President Biden targets non-competition employment agreements | Williams mullen
As expected, President Biden continued to deliver on his presidential campaign pledge to overhaul federal labor and employment laws. In a bid to protect workers and encourage competition, on July 9, 2021, President Biden launched the administration’s final salvo – a Executive Order on Promoting Competition in the United States Economy, with coordination Fact sheet explaining the basis of the presidential decree.
The Order is part of a larger effort by the Administration to facilitate the free mobility of workers within their respective industries. While the ordinance does not provide specific guidance as to the scope of restrictions that the Biden administration would ultimately want its agencies to implement, the president encourages the chairman of the Federal Trade Commission (FTC) and other federal agencies develop regulations that would prohibit or limit non-compete agreements and prohibit professional licensing restrictions that hinder employee mobility.
To do this, the Order first seeks to establish a White House Competition Council headed by the President’s Assistant for Economic Policy and the Director of the National Economic Council. The Competition Council is tasked with meeting twice a year to advance policies that, among other things, promote a competitive market, better paying jobs, and the ability for employees to change jobs and negotiate higher wages. high standards and better working conditions.
The Order then encourages the heads of all federal agencies, including the Secretary of Labor and the Secretary of the Treasury, to implement regulations to promote these efforts at free competition and employee mobility. More specifically, the Order directs the heads of these agencies “to consider using their powers … See Ordinance, section 5 (g). The ordinance encourages the FTC to use its regulatory power under the Federal Trade Commission Act to deal with non-competition clauses and similar restrictive covenants “to restrict the unfair use of … clauses or agreements that may unfairly restrict mobility workers “. Username. The executive order also orders the FTC and the Justice Department to tighten antitrust rules to prevent employers from working together to cut wages or cut benefits in their industries.
Significantly, the Executive Order does not change the law – but rather, again, simply directs federal agencies such as the FTC to engage in the rule-making process, including a period of notice and termination. public comments. And, of course, it’s safe to assume that companies will have a lot of feedback on these proposed regulations! Indeed, the US Chamber of Commerce immediately raised concerns about the executive order as evidence of too much government involvement in private industry. But, if the FTC successfully implements the regulations in accordance with President Biden’s order, the federal government will follow the lead of many states, including recent developments in Virginia and the District of Columbia – jurisdictions that have also decided to prohibit or limit non-compete agreements. . For example:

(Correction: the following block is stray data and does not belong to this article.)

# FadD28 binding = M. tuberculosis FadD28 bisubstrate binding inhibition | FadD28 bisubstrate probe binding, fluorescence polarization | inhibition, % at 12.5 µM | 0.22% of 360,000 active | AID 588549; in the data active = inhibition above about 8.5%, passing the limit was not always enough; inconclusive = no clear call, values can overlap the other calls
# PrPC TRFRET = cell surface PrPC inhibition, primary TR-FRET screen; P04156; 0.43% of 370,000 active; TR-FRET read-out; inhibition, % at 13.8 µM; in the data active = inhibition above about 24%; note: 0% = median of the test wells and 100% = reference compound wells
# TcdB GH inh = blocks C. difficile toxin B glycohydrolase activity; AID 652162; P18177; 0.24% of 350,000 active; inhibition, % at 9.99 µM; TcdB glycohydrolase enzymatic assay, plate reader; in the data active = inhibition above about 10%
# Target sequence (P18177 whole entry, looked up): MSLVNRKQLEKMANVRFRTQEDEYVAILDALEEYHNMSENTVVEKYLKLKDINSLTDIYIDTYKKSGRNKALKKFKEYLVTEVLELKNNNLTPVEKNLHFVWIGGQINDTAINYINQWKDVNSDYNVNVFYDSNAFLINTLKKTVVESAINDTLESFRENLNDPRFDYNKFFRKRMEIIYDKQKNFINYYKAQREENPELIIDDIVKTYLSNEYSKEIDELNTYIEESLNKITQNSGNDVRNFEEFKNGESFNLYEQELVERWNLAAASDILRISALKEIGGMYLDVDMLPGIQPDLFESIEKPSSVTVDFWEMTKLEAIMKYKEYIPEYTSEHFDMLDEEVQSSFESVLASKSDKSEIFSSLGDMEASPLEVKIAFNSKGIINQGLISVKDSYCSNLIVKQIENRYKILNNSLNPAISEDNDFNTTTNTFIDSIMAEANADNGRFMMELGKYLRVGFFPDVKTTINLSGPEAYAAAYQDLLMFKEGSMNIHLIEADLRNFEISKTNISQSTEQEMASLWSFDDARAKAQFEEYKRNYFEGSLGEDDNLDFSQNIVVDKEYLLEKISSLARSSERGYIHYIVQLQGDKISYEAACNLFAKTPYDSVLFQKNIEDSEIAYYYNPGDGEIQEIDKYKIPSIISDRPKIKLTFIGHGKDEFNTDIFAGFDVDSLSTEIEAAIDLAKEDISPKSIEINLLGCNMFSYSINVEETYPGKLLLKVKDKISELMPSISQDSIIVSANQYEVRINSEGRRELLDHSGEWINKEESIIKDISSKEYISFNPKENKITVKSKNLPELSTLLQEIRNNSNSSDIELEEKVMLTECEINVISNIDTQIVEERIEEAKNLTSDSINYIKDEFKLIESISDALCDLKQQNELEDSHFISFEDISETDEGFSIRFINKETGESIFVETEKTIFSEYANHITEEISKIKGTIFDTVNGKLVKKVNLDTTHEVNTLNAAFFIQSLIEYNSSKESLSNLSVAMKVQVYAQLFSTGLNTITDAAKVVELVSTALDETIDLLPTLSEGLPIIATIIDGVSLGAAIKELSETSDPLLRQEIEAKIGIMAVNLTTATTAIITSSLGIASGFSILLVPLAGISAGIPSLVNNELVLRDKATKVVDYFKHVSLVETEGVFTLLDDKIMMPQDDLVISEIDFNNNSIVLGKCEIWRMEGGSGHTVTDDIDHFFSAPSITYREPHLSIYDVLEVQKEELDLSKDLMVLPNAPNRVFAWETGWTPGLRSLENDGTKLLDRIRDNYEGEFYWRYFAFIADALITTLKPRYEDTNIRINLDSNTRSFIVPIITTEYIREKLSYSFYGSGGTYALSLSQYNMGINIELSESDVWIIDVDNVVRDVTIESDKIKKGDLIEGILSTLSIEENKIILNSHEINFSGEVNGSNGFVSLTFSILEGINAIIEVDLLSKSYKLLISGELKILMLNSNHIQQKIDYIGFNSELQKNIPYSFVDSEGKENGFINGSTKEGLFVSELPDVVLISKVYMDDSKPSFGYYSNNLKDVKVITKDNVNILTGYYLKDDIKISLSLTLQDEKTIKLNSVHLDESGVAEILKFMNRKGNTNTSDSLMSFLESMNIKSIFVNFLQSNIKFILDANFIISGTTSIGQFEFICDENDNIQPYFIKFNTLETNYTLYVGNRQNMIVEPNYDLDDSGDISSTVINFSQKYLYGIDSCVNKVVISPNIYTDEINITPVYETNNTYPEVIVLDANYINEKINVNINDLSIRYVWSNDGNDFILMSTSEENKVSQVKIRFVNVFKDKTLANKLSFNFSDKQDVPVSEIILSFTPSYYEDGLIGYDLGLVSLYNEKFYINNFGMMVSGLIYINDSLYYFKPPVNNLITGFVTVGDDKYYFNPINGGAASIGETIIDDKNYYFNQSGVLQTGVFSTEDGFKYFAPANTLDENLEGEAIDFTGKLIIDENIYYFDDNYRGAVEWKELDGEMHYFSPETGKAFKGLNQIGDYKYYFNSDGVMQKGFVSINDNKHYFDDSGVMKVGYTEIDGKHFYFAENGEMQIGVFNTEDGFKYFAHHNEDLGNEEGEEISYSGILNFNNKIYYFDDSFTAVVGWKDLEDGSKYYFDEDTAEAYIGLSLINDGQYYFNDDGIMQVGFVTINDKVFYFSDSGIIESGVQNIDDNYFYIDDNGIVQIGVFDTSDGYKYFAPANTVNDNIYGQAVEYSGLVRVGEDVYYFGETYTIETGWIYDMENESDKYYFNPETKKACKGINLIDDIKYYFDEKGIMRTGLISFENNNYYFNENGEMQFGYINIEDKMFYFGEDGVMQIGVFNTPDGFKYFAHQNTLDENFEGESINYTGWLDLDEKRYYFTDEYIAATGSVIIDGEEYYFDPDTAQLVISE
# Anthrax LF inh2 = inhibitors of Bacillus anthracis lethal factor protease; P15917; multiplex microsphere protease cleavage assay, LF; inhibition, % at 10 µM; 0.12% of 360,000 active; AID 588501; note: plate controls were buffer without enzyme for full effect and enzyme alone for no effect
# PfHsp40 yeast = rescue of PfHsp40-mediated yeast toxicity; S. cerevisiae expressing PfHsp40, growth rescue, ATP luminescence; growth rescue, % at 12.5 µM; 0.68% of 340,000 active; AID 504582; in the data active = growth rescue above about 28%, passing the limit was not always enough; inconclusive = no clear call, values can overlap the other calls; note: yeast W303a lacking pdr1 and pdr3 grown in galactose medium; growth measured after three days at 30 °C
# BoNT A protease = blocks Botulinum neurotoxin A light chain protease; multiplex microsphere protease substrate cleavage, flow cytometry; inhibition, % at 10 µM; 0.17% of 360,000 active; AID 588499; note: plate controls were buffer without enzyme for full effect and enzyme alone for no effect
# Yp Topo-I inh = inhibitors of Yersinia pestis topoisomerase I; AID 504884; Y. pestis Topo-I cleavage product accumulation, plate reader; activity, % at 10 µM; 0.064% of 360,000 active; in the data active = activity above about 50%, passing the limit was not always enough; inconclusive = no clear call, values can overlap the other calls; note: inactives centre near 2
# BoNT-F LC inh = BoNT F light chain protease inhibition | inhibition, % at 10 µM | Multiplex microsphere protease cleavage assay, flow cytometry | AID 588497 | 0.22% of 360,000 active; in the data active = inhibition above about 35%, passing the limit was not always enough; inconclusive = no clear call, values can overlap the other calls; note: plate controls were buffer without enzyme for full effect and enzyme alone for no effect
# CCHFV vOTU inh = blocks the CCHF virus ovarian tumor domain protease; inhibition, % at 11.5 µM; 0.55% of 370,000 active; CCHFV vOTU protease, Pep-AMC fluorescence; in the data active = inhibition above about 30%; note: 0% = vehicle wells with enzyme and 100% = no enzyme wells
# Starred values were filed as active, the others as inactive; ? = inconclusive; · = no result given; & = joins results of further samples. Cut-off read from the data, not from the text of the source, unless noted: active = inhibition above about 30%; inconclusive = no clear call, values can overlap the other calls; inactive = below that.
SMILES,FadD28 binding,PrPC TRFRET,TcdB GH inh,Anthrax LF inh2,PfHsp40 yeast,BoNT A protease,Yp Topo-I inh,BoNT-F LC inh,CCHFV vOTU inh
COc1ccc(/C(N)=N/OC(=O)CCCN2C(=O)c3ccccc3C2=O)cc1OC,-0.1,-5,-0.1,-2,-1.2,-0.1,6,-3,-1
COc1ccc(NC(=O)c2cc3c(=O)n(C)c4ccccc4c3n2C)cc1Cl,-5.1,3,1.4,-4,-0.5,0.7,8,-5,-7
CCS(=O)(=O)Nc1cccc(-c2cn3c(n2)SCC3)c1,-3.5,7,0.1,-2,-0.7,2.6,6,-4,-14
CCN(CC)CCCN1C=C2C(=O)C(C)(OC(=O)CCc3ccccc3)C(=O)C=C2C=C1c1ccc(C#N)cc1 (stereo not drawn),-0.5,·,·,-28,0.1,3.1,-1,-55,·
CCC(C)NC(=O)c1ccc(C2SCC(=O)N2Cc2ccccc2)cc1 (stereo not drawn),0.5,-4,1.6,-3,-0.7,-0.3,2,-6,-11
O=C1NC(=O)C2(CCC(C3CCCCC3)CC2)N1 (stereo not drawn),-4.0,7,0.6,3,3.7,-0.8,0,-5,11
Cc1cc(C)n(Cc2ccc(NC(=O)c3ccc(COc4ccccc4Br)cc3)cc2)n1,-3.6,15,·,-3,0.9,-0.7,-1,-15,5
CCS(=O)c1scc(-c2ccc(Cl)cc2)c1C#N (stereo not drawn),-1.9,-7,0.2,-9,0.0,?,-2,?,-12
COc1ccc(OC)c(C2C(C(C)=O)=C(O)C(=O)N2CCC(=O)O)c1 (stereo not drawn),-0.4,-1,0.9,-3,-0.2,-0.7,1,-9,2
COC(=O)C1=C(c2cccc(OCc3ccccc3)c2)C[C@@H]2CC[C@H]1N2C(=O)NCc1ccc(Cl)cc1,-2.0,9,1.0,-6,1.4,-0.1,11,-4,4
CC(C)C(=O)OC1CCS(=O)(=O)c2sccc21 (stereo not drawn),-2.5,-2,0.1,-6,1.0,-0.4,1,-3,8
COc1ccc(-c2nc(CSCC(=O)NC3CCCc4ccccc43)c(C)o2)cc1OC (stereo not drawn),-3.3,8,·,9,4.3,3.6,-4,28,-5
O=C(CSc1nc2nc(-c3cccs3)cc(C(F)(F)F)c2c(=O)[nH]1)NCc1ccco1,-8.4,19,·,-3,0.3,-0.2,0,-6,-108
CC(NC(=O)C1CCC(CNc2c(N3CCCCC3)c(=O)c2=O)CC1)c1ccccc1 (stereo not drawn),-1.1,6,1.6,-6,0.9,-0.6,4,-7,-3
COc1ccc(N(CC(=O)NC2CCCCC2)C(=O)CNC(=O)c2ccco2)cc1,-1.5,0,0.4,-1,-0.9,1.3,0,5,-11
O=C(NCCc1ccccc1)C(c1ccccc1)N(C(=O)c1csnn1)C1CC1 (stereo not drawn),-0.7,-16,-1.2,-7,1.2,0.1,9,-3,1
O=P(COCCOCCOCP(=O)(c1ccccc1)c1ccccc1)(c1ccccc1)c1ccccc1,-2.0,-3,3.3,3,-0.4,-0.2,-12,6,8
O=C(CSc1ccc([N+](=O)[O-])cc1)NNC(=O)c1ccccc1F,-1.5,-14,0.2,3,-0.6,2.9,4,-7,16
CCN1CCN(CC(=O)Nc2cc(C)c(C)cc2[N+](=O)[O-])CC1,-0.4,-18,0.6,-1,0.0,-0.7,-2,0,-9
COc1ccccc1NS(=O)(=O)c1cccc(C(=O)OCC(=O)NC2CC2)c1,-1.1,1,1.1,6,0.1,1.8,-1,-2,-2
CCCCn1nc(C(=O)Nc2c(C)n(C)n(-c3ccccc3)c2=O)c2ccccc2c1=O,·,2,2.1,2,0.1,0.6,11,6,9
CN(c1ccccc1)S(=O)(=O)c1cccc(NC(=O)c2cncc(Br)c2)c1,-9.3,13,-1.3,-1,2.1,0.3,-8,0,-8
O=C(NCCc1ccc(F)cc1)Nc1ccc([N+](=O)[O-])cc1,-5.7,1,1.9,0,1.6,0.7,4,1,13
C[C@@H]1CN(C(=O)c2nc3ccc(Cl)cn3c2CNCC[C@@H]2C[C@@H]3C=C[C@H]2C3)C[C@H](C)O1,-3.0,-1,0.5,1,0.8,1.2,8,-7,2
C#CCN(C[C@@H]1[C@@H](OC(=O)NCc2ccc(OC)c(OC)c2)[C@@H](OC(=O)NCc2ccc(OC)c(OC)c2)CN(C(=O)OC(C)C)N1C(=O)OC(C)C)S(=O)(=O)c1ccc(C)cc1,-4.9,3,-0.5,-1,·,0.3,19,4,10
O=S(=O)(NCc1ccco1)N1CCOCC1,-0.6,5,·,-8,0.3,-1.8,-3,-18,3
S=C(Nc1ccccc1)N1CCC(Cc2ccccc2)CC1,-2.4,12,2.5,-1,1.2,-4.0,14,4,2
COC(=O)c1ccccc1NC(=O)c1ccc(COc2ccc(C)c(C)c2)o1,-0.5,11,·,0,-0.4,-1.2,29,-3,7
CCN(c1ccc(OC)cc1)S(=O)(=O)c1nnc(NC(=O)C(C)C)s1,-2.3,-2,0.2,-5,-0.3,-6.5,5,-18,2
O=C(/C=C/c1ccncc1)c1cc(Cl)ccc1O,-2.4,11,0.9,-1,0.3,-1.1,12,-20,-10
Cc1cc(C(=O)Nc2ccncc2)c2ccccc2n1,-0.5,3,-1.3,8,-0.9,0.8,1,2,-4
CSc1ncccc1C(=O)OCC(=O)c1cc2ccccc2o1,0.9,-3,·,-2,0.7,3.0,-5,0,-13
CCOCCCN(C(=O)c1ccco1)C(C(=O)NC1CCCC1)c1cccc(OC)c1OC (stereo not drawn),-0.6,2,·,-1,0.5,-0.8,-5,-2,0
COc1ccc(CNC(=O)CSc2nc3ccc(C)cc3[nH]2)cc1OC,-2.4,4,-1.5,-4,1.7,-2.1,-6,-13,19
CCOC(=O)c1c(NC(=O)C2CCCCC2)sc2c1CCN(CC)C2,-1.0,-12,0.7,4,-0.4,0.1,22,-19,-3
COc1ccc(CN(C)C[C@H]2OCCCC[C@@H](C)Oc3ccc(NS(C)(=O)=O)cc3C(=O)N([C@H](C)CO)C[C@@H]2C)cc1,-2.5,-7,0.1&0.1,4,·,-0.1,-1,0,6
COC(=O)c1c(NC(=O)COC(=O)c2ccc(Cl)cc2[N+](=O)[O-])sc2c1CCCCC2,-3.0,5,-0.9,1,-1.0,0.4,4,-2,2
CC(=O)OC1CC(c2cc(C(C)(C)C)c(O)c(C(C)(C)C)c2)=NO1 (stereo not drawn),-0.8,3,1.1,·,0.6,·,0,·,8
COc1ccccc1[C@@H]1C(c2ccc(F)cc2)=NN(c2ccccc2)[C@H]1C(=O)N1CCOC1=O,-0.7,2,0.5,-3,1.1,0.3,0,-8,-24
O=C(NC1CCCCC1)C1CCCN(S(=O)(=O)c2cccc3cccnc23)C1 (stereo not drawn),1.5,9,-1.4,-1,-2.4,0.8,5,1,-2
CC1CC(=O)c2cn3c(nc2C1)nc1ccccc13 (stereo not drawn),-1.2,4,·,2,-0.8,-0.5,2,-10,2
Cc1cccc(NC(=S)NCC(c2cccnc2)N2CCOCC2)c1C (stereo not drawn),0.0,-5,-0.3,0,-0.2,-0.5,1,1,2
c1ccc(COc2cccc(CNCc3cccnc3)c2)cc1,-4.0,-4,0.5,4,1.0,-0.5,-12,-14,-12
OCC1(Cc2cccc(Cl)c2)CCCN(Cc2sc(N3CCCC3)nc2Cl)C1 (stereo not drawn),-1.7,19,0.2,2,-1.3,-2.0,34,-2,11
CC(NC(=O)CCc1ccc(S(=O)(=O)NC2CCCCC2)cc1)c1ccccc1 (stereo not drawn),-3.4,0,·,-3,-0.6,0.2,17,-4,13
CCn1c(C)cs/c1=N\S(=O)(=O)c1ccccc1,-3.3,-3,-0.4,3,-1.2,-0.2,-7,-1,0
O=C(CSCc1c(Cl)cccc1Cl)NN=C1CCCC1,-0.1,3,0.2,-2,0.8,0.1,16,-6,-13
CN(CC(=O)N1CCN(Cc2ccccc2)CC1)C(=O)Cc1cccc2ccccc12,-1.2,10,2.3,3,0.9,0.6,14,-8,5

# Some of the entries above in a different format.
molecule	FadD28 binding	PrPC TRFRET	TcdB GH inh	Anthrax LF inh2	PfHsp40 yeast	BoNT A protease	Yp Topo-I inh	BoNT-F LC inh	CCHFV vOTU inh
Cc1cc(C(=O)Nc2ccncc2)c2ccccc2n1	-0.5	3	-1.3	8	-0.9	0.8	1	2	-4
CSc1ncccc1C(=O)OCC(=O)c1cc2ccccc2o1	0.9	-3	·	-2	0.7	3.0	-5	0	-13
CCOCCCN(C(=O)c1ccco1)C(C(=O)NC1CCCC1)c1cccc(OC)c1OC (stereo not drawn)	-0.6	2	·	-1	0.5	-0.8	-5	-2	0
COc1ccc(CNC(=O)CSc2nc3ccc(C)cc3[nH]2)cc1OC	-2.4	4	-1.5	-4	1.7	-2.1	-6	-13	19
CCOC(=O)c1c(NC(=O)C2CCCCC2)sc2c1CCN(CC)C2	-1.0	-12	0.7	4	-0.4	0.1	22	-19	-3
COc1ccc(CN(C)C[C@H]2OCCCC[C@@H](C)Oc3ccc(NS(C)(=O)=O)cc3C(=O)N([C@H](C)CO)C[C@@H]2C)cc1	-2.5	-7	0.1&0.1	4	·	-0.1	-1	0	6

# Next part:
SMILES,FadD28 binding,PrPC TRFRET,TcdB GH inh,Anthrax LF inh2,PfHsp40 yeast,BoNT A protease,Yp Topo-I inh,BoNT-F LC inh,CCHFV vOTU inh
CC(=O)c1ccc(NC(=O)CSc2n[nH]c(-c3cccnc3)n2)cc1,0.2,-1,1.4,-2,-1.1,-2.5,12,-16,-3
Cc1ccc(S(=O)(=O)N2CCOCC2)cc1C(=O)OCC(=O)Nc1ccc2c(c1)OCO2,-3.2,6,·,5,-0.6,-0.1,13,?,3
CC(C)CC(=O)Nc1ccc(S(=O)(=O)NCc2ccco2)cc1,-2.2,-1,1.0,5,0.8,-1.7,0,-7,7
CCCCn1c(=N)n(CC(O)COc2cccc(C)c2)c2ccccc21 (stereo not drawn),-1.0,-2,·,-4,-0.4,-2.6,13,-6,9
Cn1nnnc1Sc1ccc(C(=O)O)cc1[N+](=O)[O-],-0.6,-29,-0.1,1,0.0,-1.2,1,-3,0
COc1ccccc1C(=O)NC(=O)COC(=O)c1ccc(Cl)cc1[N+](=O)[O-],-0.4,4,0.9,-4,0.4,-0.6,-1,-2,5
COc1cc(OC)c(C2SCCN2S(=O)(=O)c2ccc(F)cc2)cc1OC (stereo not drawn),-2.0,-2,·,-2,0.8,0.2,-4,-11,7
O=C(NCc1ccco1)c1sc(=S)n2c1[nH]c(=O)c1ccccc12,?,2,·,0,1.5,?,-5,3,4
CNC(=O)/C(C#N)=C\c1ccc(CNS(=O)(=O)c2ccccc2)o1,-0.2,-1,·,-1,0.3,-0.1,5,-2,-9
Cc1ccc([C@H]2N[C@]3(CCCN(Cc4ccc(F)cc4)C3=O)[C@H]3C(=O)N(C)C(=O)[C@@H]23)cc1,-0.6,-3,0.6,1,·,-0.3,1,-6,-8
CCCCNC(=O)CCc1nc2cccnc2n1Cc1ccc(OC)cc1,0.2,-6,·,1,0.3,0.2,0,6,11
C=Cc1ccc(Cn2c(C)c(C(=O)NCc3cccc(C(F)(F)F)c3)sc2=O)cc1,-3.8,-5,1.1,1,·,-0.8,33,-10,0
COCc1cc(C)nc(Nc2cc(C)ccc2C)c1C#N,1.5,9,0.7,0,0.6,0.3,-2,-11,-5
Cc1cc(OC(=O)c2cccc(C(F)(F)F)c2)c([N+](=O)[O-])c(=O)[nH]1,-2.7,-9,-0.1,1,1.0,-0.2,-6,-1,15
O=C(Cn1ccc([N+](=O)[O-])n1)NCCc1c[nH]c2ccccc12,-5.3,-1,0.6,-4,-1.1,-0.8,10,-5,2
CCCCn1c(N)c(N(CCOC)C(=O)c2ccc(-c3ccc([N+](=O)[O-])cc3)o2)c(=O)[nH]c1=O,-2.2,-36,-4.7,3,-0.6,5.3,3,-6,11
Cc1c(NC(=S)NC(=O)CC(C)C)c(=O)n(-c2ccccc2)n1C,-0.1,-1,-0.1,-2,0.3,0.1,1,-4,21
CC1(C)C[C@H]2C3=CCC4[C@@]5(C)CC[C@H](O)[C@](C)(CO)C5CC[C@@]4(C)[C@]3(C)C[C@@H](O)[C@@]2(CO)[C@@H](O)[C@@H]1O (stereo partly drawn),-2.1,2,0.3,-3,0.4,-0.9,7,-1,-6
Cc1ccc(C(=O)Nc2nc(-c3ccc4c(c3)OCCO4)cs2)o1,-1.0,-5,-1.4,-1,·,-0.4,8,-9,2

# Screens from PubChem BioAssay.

- As previously reported by Williams Mullen in our January 22, 2021 alert, the District of Columbia has banned virtually all non-compete agreements, and DC employers are prohibited from restricting employees, even moonlighting or operating their own businesses while employed by their current employer. .
- For Virginia employers, the 2020 Virginia General Assembly enacted a ban on all future non-compete agreements between employers and so-called “low-wage employees” – defined as employees who earn less than Commonwealth average weekly earnings, (See Williams mullen’s April 13, 2020 alert for more information), which is currently around $ 65,000 / year. Employers can access current salary data in Virginia through the US Bureau of Labor Statistics.
While the July 9 executive order does not immediately change the law, it sends a message to employers that the Biden administration intends to use the tools at its disposal to crack down on actual or perceived unfair competition. Employers who use non-compete agreements with their employees should also carefully monitor changes in the laws of the states in which they operate – whether through that state’s legislature or the case law of the courts of law. state – because the laws of many states tend to limit or eliminate restrictive employment covenant agreements. .